Machine language is the low-level language that is executed directly by a processor (CPU). It consists of a series of raw bytes that generally do not look meaningful as ASCII text, unlike the source code of most programming languages. A machine language program is stored directly as a binary executable file which can be run on the target machine. Assembly language is one step up from machine language, consisting of more human-readable code which assembles into machine language. Still-higher-level languages like C or BASIC are either compiled into machine language, compiled into intermediate code of some sort, or run by an interpreter, but eventually they become machine language instructions because that is all the processor understands directly.
Machine language is actually not the very lowest-level language; there are "microcode" instructions embedded within processor chips that actually carry out the instructions of machine language by breaking them up into even more primitive operations, but only chip designers need to worry about that level.
Few programmers deal directly with machine language, either; while at one point in the old days "geeks" toggled machine language programs into a computer bit-by-bit, or on even more primitive computers actually changed the wiring to represent the instructions of a program, in modern times even assembly language isn't used as much as it used to be, with programmers doing most of their work in higher-level languages, and even the compilers for those languages are often written in other high-level languages. (Somebody had to create machine-level code at some point to get all those higher-level things to work, though!)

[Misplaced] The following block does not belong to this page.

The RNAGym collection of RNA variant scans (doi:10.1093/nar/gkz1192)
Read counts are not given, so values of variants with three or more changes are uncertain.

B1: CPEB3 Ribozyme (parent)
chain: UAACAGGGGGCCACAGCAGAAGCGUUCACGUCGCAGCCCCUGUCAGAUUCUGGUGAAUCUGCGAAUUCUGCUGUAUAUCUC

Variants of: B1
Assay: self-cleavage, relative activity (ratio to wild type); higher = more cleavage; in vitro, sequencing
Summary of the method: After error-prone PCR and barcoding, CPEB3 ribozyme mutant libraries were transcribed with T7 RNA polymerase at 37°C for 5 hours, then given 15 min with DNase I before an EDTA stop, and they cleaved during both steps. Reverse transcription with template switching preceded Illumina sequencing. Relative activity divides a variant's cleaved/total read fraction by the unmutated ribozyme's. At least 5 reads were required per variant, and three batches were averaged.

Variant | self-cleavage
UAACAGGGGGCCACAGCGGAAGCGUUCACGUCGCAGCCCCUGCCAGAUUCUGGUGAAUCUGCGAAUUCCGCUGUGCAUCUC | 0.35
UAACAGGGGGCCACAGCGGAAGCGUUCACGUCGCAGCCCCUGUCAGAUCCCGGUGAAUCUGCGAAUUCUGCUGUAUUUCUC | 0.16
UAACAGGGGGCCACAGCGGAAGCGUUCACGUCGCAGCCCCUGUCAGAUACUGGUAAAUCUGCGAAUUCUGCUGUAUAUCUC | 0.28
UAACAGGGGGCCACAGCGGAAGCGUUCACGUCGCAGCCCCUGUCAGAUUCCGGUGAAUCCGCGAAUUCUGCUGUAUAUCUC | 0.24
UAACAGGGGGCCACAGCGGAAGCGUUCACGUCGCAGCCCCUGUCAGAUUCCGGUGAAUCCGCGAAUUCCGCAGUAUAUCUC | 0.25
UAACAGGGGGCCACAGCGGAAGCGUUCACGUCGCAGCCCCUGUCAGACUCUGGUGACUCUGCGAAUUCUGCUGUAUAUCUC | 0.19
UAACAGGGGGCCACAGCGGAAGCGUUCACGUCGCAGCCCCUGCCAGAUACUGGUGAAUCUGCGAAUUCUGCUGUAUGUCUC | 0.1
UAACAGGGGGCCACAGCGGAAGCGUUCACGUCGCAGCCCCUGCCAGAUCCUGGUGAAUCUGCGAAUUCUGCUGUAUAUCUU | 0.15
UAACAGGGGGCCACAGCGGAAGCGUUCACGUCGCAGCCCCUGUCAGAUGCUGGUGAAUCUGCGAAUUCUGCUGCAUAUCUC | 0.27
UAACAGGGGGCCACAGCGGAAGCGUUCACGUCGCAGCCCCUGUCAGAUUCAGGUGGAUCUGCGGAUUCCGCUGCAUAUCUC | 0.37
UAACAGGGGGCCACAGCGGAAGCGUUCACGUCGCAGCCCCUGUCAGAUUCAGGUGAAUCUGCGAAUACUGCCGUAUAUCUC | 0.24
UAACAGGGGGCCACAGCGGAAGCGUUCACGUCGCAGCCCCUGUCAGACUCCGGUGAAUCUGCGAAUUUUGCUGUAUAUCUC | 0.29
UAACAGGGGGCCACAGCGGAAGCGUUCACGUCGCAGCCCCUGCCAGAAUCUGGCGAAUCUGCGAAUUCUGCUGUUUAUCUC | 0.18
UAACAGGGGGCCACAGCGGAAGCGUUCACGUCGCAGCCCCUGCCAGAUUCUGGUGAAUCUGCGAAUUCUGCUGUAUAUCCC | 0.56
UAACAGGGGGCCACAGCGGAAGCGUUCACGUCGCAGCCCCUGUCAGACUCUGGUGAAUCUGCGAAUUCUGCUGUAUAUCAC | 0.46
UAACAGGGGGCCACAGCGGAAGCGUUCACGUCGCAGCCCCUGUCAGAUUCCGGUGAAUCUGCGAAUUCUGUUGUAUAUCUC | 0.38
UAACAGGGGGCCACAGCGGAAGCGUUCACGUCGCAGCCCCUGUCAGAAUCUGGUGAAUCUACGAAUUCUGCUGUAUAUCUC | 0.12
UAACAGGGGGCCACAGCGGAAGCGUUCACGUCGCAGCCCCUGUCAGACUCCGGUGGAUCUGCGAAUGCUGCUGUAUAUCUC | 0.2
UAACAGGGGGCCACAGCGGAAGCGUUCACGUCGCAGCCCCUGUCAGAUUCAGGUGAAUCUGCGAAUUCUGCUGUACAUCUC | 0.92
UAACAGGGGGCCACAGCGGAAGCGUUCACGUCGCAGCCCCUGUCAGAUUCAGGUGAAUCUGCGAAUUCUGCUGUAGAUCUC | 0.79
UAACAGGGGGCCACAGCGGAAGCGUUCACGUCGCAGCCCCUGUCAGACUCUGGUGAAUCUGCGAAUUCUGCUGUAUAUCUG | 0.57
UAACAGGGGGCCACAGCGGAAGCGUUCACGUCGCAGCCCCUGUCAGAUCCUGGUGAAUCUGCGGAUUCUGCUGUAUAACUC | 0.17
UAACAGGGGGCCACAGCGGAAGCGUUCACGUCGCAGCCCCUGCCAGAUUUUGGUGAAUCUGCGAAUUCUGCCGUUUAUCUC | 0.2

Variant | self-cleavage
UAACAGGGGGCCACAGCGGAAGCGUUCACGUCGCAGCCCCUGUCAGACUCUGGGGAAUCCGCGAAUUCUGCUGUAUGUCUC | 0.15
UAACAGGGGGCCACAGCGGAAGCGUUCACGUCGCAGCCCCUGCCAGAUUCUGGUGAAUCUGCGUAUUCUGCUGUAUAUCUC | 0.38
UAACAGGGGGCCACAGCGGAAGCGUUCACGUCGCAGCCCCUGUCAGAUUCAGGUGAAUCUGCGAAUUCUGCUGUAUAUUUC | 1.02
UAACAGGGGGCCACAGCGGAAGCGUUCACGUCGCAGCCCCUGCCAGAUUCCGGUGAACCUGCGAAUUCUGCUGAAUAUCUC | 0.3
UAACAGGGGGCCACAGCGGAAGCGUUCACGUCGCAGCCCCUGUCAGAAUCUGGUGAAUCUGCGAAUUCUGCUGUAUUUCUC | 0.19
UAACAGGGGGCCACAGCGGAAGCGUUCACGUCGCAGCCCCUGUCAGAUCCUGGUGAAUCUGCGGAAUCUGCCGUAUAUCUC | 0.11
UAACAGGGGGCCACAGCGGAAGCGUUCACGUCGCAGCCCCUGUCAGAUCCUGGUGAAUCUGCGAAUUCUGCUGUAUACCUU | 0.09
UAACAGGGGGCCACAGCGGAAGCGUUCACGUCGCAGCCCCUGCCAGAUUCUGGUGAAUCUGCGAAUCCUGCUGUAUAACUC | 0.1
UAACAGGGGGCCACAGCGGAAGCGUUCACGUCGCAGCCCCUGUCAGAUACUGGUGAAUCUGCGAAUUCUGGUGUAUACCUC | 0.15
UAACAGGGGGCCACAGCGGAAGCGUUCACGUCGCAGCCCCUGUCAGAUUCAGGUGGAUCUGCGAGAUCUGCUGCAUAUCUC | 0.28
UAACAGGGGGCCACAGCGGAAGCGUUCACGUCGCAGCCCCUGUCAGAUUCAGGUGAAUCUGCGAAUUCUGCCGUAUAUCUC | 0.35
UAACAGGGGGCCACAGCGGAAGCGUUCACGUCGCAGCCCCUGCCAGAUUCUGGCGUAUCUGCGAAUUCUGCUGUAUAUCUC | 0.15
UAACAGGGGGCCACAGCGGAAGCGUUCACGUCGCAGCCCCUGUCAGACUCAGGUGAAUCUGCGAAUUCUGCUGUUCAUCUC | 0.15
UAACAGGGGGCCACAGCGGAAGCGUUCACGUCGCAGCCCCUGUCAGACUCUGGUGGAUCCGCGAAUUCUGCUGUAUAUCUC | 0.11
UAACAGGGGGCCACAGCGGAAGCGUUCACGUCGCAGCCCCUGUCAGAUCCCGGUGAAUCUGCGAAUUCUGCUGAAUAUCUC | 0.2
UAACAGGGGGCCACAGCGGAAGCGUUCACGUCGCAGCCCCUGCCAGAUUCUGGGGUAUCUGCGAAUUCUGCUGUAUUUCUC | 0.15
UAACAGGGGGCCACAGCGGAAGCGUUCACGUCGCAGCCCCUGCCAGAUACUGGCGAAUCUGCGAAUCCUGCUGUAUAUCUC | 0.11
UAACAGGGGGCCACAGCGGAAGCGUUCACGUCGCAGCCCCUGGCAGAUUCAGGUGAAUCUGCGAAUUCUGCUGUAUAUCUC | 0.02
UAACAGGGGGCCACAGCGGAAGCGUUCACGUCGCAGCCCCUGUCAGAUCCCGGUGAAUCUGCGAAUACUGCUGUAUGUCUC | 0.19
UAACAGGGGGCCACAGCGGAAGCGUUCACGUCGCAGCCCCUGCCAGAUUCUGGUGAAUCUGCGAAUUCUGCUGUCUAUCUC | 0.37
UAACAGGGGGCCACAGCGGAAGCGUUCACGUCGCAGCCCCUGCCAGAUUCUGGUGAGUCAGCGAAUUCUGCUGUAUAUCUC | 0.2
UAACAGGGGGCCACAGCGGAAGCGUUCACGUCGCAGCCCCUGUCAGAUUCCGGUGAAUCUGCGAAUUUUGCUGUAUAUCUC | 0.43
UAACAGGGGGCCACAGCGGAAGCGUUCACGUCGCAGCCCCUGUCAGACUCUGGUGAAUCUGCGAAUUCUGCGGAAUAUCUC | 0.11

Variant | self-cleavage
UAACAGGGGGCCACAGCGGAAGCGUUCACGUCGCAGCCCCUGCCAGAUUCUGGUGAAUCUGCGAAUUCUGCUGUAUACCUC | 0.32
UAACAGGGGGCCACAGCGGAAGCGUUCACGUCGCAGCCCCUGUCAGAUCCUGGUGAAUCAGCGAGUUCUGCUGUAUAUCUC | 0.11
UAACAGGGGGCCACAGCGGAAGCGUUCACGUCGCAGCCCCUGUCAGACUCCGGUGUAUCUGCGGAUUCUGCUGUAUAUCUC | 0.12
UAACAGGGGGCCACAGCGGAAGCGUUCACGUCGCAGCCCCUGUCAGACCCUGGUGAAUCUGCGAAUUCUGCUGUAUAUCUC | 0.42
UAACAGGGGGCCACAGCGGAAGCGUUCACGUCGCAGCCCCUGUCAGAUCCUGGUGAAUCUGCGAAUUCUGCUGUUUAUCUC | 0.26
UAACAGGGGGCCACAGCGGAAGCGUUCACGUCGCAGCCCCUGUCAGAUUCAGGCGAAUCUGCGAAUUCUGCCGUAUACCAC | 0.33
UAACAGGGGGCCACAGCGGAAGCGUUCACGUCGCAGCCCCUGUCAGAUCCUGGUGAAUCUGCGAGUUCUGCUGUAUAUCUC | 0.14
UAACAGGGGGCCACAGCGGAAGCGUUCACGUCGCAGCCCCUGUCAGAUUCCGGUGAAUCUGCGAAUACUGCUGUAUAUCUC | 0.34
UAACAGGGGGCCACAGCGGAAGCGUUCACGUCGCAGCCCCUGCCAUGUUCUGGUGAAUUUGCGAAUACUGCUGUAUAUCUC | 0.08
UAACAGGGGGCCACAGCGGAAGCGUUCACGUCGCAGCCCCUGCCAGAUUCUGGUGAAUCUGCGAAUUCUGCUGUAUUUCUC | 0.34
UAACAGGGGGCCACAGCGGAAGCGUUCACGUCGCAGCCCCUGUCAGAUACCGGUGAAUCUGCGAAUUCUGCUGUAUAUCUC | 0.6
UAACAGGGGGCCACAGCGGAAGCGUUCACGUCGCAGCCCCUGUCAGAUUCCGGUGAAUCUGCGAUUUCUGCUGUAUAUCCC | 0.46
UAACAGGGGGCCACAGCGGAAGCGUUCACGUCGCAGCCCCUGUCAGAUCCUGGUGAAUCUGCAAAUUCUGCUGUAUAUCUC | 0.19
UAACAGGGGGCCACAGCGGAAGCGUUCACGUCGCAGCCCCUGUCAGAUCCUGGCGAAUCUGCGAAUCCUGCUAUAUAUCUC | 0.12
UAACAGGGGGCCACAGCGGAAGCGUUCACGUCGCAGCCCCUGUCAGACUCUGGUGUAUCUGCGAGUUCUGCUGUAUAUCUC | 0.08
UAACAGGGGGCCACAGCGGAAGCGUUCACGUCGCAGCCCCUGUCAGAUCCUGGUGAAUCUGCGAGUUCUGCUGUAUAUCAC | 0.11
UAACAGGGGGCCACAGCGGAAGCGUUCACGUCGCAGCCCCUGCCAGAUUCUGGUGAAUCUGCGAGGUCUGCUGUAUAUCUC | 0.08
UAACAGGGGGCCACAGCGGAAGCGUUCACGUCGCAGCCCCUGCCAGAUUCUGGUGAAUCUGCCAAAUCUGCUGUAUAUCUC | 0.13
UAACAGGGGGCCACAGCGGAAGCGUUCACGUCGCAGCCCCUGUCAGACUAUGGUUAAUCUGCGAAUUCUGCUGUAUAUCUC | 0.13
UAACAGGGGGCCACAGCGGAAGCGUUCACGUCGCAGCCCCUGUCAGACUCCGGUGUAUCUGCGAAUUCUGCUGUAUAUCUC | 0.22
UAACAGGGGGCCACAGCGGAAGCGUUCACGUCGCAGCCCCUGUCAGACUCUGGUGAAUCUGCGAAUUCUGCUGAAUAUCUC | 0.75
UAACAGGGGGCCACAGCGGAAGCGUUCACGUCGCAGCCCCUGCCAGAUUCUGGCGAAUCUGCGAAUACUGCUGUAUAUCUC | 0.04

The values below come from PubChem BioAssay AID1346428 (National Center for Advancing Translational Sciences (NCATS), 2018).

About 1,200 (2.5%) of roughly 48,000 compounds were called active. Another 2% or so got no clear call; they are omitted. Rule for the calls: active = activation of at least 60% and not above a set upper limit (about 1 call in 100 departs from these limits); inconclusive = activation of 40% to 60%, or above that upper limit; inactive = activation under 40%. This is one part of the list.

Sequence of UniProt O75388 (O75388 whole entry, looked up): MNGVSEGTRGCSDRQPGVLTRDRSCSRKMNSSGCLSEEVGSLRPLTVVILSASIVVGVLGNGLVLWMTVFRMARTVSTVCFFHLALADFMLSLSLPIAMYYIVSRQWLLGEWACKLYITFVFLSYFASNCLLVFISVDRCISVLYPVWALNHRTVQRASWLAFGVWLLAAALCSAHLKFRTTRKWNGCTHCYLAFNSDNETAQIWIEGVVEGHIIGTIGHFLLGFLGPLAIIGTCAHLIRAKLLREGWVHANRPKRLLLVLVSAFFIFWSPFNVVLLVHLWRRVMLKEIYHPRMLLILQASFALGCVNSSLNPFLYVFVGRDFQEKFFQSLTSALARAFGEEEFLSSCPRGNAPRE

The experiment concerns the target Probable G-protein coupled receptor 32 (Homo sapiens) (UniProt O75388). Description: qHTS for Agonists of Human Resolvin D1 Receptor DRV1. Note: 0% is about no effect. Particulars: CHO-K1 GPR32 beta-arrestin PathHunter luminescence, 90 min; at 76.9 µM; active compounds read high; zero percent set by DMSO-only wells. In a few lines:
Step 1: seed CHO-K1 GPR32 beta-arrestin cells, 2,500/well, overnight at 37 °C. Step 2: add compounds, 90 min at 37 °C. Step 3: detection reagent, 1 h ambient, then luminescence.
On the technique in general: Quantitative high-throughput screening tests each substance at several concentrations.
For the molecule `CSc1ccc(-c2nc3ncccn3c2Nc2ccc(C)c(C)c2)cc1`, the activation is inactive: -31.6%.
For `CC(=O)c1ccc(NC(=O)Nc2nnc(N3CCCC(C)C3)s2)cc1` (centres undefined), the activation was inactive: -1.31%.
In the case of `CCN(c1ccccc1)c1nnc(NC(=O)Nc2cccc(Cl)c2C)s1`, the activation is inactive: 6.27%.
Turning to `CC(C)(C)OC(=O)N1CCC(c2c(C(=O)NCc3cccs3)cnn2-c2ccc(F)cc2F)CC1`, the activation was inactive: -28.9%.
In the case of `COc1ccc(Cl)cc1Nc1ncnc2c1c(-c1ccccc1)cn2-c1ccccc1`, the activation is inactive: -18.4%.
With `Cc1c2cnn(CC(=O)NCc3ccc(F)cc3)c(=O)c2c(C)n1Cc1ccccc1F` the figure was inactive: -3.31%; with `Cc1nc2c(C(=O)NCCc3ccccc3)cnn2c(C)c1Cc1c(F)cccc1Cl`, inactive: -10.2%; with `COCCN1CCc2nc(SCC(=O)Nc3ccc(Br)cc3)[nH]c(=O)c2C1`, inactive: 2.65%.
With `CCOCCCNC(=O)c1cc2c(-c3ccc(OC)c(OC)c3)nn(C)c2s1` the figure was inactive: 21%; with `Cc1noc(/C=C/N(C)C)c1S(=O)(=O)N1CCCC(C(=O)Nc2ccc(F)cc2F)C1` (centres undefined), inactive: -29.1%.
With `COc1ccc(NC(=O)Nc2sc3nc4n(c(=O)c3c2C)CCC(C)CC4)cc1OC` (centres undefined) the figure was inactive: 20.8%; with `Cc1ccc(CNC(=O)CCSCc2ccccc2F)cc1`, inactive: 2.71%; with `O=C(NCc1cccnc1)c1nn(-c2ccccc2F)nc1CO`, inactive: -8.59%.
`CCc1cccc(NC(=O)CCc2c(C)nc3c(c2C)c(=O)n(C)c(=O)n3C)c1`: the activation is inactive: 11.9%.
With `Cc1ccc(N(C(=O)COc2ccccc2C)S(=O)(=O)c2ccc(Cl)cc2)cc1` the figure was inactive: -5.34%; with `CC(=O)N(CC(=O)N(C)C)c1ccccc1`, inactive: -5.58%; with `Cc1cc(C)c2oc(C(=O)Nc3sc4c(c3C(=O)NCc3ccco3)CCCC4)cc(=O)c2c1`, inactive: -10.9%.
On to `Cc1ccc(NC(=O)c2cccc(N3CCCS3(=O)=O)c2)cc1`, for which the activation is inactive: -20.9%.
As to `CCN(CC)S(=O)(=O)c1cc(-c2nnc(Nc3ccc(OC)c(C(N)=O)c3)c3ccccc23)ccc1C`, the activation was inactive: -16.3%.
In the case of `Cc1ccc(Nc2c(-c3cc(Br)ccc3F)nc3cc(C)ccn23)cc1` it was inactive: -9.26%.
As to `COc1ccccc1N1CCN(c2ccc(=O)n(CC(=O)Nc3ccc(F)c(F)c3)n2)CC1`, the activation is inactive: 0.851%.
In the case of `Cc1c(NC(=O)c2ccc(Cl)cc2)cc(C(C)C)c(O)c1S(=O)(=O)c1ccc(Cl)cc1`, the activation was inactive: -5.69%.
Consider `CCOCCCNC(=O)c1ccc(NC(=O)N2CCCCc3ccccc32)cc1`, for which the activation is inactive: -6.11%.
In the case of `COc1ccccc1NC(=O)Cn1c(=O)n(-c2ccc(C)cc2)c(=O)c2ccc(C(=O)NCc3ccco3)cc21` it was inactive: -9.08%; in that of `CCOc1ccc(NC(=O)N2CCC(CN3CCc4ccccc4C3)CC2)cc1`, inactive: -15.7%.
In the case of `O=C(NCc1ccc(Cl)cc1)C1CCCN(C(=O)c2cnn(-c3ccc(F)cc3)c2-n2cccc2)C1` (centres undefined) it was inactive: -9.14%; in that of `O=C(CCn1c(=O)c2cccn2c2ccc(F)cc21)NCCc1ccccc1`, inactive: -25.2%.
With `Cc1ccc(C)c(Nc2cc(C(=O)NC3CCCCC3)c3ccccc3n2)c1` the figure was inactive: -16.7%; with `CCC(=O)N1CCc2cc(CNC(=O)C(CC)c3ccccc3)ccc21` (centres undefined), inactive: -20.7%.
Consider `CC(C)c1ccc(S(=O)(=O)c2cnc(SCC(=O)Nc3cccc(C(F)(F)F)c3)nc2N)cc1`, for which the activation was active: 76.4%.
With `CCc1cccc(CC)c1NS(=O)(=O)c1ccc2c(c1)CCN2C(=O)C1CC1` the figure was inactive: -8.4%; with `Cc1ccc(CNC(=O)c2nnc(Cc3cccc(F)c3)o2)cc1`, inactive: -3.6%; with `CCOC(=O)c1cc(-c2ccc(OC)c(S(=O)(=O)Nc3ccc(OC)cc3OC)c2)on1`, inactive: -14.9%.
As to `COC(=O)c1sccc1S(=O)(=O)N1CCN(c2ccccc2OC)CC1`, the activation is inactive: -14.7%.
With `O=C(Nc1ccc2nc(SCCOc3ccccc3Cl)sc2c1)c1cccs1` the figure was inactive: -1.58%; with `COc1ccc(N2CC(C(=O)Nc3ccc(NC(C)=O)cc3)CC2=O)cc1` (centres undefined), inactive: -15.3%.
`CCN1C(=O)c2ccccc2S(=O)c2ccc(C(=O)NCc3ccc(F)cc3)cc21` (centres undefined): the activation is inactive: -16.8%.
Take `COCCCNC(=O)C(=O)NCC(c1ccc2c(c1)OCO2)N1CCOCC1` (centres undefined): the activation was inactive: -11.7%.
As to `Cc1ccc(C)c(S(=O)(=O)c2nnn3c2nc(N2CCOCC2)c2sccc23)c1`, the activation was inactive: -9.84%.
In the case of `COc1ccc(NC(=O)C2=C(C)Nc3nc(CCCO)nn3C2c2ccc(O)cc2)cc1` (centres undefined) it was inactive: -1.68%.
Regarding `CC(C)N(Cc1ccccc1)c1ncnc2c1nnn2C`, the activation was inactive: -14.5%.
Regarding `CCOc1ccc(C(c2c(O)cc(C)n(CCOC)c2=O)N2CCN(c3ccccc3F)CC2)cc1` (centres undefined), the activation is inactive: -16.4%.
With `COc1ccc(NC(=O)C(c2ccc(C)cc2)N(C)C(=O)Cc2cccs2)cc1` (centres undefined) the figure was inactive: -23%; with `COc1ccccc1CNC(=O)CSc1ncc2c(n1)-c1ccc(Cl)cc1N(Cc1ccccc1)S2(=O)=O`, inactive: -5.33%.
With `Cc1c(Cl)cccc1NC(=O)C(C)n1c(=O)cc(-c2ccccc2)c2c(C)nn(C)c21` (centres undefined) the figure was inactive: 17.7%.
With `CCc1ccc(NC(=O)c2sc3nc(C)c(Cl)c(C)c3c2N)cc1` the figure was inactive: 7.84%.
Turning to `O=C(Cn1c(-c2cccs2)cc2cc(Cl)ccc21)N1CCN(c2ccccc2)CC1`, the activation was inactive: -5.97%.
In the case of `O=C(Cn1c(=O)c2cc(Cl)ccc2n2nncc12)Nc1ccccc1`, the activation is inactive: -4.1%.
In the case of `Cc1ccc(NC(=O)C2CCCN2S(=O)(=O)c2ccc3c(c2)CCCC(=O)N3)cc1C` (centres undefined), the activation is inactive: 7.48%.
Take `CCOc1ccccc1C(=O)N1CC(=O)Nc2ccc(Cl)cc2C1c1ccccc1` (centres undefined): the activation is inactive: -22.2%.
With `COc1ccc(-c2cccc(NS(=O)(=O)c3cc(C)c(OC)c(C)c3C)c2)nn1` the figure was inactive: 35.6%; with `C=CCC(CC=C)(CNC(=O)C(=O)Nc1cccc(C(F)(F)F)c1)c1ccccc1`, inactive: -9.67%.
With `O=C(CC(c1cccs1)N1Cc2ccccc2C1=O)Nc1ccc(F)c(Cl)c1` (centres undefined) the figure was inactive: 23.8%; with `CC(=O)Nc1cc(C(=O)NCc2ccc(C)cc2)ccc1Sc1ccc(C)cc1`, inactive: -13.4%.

Machine language is very specific to particular processor types, so any program in one processor's language (e.g., a Pentium chip) would not run directly in other processors (e.g., a 68000) unless that chip were specifically designed to be compatible.